Stress is a broad concept for a complex process including the exposure to psychological or physical triggers (i.e., stress exposure), the evaluation or perception of these stimuli as being stressful (i.e., stress evaluation), and the subsequent activation of a psychophysiological cascade (i.e., the stress response) in the organism in order to re-establish homeostasis. Because this cascade acts upon the autonomic nervous system (ANS), including the sympathetic adrenal medullary (SAM) axis, and the neuroendocrine system, including the hypothalamus-pituitary-adrenal (HPA) axis, this cascade also acts upon the immune system and consequently possibly stress is able to influence disease processes. In patients with (persistent) physical symptoms, such as pain or fatigue, and chronic conditions, such as rheumatoid arthritis or psoriasis, physical disability, uncertainty about the future, long-term medication use with side effects, and social dependence all contribute to a higher stress level. Consequently, stress may be contributing to the etiology or maintenance of persistent physical symptoms and chronic conditions.
There is a growing body of evidence, including research of our research group (see publications of De Brouwer et al.), that suggests that psychological interventions are able to change various psychophysiological parameters of stress and/or disease, which indicates that it may be possible to counteract the harmful effects of stress on health with an intervention aimed at reducing the psychophysiological response to stress.
Aims for current research:
This research program aims to provide greater insight into the nature and reactivity of the psychophysiological stress response system in both healthy participants and patients with different persistent physical symptoms or chronic diseases, and to develop and investigate the effectiveness of stress management interventions to alter the psychophysiological stress response. Several research projects are currently ongoing or have recently finished with regard to this Stress and Stress management program:
The underlying physiological and psychological mechanisms of nocebo effects remain largely unclear. One potential factor that may trigger nocebo effects is stress. As such, one of our projects focuses on whether social stress is a facilitator of nocebo effects and whether people who were recently exposed to social stress demonstrate larger nocebo effects, compared with people who were not exposed to stress. This project also relates to the topic ‘Placebo Effects' (Postdocs Aleksandrina Skvortsova and Stefanie Meeuwis).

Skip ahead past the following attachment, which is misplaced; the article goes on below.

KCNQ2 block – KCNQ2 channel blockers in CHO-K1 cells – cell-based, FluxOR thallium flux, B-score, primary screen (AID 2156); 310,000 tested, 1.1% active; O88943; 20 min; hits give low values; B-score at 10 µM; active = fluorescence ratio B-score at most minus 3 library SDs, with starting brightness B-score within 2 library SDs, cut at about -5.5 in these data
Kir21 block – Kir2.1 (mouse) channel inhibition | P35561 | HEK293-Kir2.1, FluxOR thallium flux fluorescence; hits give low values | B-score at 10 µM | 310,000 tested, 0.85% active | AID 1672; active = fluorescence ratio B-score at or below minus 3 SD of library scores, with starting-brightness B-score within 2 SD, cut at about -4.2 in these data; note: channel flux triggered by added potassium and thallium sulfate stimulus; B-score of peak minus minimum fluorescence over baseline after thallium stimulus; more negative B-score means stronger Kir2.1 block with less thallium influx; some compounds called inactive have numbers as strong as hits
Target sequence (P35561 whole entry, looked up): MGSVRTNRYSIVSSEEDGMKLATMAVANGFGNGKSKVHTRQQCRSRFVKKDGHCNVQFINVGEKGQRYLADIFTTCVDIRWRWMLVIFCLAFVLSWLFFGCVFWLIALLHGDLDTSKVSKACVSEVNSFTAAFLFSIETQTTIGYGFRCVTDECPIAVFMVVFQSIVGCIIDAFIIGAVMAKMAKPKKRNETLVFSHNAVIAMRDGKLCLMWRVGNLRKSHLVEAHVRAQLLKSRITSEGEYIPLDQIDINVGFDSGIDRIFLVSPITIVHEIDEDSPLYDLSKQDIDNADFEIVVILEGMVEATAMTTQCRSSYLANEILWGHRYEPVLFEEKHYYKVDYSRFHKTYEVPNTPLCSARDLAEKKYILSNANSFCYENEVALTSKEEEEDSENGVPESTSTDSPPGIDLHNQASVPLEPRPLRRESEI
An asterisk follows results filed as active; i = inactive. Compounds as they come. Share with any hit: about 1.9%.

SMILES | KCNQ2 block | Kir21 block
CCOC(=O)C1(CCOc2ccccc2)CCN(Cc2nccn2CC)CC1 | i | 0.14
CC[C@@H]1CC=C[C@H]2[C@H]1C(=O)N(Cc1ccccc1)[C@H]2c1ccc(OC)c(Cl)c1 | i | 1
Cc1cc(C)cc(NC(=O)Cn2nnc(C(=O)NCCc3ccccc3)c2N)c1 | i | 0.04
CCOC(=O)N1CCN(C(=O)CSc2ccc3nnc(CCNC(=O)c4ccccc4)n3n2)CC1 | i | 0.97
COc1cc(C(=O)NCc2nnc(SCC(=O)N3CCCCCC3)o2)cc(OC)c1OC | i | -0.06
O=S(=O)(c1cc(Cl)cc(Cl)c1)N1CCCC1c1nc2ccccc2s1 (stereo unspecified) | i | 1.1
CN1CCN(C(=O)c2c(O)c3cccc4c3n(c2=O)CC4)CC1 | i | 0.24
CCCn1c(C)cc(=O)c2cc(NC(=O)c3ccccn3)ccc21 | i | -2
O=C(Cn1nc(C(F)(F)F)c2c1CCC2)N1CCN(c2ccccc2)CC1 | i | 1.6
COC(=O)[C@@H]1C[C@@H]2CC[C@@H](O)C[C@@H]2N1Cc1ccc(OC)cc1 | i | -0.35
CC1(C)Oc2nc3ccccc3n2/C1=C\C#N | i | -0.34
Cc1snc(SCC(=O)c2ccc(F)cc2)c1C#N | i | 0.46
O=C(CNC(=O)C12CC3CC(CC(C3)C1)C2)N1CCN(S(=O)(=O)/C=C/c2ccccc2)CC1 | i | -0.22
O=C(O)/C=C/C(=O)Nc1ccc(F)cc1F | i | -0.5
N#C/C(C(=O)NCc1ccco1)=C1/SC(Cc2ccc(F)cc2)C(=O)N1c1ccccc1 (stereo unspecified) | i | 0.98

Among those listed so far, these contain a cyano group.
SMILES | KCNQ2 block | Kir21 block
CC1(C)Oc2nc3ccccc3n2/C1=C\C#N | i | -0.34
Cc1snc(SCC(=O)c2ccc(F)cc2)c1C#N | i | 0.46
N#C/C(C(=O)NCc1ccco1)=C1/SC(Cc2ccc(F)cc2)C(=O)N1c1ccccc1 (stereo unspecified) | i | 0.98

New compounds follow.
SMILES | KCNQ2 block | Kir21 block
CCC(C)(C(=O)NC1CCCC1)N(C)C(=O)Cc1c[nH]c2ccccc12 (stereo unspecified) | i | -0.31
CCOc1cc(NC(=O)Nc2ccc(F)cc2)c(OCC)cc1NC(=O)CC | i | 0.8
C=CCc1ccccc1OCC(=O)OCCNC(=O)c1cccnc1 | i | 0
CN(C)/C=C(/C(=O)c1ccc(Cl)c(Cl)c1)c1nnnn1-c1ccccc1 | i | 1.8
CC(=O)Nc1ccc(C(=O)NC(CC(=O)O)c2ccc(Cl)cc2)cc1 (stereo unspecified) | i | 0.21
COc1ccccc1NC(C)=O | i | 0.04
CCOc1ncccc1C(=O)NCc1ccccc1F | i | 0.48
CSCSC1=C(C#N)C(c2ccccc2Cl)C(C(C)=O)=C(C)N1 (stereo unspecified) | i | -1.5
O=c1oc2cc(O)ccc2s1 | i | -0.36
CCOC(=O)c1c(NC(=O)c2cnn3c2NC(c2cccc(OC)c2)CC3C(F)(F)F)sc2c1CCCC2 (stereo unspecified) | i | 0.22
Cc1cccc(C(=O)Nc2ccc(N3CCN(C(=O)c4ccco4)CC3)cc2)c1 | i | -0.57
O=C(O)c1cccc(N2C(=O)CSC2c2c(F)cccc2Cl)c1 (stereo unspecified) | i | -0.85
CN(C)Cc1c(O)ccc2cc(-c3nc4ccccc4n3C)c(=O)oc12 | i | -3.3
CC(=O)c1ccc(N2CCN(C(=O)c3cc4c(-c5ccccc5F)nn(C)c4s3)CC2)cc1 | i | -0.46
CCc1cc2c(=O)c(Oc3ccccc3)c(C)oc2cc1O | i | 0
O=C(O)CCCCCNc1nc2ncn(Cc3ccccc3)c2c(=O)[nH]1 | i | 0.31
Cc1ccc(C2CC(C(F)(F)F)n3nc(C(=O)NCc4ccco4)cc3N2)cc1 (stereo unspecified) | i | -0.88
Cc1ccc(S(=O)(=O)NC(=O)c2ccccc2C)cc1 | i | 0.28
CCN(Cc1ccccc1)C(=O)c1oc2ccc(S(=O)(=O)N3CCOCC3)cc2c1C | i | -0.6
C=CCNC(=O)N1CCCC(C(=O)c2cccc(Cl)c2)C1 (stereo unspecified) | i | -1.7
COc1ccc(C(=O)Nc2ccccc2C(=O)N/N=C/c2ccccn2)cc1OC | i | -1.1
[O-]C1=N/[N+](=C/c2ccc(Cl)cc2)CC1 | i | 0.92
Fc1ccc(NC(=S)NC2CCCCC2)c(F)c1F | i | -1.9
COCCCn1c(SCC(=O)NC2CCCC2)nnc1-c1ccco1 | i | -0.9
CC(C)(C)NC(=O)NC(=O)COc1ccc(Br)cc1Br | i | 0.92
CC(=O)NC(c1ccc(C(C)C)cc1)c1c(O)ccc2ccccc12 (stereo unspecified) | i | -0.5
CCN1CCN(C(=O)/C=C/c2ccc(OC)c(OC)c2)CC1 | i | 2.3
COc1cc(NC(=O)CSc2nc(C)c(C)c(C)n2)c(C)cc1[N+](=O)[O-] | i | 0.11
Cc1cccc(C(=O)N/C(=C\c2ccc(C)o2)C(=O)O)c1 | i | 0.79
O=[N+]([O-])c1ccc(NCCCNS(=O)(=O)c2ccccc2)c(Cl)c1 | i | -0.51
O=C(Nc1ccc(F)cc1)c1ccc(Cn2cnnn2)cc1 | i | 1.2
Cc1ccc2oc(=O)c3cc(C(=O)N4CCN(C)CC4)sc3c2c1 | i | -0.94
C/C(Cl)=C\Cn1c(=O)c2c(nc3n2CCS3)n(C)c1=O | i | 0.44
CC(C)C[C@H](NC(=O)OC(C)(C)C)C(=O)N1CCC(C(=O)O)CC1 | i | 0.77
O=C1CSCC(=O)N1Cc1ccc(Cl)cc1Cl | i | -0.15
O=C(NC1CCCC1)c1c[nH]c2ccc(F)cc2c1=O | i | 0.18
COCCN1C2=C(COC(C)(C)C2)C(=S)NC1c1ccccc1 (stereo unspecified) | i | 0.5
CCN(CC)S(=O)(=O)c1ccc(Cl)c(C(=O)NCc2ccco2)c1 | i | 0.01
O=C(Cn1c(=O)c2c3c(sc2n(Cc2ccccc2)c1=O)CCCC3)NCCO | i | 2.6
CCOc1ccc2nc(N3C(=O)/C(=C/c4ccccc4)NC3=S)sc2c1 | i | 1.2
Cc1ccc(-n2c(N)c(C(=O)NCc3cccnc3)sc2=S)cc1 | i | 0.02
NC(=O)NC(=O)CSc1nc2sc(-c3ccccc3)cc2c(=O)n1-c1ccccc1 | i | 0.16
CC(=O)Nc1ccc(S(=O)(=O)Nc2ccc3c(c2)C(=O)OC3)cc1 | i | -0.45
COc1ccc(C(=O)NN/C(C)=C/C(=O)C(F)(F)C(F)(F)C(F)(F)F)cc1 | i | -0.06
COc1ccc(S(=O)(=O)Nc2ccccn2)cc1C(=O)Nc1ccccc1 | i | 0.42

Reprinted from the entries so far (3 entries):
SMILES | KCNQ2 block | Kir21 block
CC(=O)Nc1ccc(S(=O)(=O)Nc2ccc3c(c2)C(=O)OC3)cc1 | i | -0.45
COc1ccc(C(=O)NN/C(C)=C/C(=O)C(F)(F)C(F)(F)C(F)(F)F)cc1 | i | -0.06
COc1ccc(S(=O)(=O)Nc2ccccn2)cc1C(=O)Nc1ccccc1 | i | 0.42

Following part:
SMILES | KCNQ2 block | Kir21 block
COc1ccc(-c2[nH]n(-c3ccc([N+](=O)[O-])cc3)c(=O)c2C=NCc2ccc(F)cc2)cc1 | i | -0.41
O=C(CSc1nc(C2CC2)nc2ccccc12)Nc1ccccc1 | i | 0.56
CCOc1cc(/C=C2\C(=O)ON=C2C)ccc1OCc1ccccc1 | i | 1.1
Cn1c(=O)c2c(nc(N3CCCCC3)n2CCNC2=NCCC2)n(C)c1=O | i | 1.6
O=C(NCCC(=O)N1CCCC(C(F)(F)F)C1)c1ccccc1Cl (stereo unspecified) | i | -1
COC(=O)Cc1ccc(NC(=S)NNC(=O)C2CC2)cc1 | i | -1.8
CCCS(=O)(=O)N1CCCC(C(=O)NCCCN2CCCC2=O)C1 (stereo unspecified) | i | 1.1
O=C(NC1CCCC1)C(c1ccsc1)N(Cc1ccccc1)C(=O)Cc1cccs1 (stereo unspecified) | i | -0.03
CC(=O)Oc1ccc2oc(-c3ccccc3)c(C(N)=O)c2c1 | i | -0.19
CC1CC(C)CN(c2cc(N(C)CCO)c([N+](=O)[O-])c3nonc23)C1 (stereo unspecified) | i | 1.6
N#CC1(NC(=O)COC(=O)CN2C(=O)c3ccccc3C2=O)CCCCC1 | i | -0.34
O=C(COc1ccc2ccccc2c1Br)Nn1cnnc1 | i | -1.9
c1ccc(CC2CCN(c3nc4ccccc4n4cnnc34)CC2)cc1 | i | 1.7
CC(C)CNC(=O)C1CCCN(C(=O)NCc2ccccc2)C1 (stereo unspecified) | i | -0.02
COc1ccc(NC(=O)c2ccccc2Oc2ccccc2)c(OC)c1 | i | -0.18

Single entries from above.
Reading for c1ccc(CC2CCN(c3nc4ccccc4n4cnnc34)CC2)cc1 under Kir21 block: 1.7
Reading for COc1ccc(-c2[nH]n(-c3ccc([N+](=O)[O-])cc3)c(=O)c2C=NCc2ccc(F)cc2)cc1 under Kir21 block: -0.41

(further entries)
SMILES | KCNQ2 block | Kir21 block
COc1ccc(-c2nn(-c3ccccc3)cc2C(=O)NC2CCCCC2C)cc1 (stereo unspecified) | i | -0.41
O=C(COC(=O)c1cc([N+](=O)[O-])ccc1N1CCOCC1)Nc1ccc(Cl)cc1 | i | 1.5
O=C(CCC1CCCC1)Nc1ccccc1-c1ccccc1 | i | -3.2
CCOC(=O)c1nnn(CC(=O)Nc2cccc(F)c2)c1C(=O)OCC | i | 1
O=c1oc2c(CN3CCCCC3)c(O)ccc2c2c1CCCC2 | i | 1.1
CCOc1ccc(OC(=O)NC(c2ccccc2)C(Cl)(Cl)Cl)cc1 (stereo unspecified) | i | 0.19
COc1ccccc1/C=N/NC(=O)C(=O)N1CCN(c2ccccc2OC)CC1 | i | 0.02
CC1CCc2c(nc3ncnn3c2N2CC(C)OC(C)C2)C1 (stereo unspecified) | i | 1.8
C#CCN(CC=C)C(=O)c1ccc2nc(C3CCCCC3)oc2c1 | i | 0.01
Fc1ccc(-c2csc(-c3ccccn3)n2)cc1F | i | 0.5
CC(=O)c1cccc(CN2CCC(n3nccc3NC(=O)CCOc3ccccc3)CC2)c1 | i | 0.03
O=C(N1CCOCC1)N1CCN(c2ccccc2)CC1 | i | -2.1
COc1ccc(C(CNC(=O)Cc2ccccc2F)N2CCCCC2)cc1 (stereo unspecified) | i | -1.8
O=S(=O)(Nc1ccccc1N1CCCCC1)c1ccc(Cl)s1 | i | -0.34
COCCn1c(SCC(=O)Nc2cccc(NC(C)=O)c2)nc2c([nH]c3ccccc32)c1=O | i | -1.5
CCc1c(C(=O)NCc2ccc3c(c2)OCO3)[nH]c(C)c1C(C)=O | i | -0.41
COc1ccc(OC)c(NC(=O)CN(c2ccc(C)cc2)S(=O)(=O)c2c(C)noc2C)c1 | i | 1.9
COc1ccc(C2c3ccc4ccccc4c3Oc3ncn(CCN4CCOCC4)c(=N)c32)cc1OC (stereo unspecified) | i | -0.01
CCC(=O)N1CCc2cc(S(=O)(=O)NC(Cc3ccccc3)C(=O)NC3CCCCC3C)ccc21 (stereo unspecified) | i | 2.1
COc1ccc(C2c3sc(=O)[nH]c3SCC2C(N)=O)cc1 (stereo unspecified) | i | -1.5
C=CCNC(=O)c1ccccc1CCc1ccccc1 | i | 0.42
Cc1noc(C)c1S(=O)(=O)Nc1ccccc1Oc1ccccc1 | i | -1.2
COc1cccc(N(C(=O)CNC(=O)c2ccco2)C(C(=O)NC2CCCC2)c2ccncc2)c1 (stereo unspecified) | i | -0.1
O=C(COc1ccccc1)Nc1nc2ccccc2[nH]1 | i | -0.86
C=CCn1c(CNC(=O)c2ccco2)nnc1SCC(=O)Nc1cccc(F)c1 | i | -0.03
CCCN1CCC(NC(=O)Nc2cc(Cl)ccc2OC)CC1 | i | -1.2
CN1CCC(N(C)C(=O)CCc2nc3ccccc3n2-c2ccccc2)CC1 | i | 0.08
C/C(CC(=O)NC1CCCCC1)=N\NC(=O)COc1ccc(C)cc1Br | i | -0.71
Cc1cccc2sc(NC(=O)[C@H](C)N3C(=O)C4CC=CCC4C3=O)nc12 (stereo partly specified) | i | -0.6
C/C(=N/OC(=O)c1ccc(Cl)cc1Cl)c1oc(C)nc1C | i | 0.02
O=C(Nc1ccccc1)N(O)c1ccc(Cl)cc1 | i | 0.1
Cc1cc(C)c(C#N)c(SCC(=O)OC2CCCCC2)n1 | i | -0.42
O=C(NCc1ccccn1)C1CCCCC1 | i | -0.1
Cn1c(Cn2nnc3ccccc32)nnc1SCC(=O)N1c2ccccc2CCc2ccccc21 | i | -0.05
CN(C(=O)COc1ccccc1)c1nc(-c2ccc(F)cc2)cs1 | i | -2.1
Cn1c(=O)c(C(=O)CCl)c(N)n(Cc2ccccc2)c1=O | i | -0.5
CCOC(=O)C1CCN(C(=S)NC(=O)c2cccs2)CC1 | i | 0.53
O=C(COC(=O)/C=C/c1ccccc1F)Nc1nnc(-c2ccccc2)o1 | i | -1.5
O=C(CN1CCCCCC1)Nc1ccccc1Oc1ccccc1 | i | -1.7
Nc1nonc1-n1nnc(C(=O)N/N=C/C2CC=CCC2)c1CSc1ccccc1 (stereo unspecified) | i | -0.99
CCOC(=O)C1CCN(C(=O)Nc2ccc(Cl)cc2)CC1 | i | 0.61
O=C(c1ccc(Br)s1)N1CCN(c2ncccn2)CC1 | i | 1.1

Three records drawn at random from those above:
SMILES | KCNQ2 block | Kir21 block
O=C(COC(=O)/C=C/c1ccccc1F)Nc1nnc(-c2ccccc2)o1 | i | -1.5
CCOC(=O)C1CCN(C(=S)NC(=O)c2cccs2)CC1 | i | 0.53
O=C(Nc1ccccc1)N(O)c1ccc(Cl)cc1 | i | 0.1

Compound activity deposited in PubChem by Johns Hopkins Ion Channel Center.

Another project examines the effect of sleep quality on the relationship between stress and cortisol. The goal of this study is to examine the influence of non-manipulated poor
sleep quality in healthy young adults on the cortisol response to two different types of experimental stressors, psychosocial and physical stress (PhD student Fabian Wolters).
A different project investigates whether verbal suggestions on a person’s psychophysiological stress profile (being stress-resistant or stress-sensitive), aimed to change one’s stress mindset, influences the psychophysiological response to stress. In this study, affective, autonomous, and HPA-axis parameters are assessed, as well as implicit cognitive processes. Knowledge on the potential effects of verbal suggestions on subjective and physiological stress responses is not only of conceptual relevance in investigating placebo and nocebo effects, but also of clinical relevance as they provide insight in the development and treatment of stress-related disorders. This project is also related to the topic ‘Placebo Effects'.
Another project examines the conditioning of a stress management training to a distinctive scent. In this project, we aim to investigate whether the administration of a distinctive scent after conditioning of the scent to a stress management training can result in positive psychological and physiological stress response effects after acute stress in a population of healthy adults (PhD student Meriem Manaï). This project is also related to the topic ‘Placebo Effects’.
A large national project in which our research group participates is the STRESS-NL consortium (https://stress-nl.nl/). The Stress-NL consortium aims to change the current way of performing stress studies, by combining knowledge, efforts, and sharing data, but also joining efforts to emphasize the importance of fundamental and applied stress research to funding agencies, the government and the general public. Several of our previous studies in which an acute stressor has been applied in either healthy participants or patients with chronic inflammatory conditions have been included into a large database, building a platform for exchange and integration of data to enable larger (meta) analyses of data acquired across multiple sites and research groups.
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